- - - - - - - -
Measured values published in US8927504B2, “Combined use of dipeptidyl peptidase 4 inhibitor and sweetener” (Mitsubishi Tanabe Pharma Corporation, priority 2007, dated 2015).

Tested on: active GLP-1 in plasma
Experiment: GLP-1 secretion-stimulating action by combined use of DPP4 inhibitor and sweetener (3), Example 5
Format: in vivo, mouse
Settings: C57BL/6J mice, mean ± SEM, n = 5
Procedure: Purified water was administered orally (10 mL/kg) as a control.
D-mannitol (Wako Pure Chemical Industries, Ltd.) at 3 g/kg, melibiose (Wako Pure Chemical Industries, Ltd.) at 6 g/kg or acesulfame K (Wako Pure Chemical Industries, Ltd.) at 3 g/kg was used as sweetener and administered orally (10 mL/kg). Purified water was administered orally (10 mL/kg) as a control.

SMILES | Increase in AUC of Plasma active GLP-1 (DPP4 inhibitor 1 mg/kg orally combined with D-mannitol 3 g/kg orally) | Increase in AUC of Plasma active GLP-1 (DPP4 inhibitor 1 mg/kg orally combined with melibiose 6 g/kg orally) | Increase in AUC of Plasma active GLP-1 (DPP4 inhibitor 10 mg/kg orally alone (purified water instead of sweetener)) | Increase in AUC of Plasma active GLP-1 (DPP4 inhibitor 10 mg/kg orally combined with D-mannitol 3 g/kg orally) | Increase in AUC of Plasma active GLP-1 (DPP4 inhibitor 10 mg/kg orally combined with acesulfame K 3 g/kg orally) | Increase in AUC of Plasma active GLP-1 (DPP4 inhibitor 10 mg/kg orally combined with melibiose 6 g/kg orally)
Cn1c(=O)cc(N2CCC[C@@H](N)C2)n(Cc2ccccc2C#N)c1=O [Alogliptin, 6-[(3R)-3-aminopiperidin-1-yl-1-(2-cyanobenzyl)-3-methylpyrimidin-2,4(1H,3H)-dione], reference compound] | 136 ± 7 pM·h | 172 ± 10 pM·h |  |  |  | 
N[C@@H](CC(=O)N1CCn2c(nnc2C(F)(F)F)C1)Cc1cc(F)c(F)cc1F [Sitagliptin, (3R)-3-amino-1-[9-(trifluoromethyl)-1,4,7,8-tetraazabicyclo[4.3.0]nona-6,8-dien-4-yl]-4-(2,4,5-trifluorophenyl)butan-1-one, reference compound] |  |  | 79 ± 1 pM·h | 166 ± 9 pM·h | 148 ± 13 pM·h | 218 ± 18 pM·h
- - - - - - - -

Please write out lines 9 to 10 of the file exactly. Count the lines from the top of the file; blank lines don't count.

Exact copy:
Cn1c(=O)cc(N2CCC[C@@H](N)C2)n(Cc2ccccc2C#N)c1=O [Alogliptin, 6-[(3R)-3-aminopiperidin-1-yl-1-(2-cyanobenzyl)-3-methylpyrimidin-2,4(1H,3H)-dione], reference compound] | 136 ± 7 pM·h | 172 ± 10 pM·h |  |  |  | 
N[C@@H](CC(=O)N1CCn2c(nnc2C(F)(F)F)C1)Cc1cc(F)c(F)cc1F [Sitagliptin, (3R)-3-amino-1-[9-(trifluoromethyl)-1,4,7,8-tetraazabicyclo[4.3.0]nona-6,8-dien-4-yl]-4-(2,4,5-trifluorophenyl)butan-1-one, reference compound] |  |  | 79 ± 1 pM·h | 166 ± 9 pM·h | 148 ± 13 pM·h | 218 ± 18 pM·h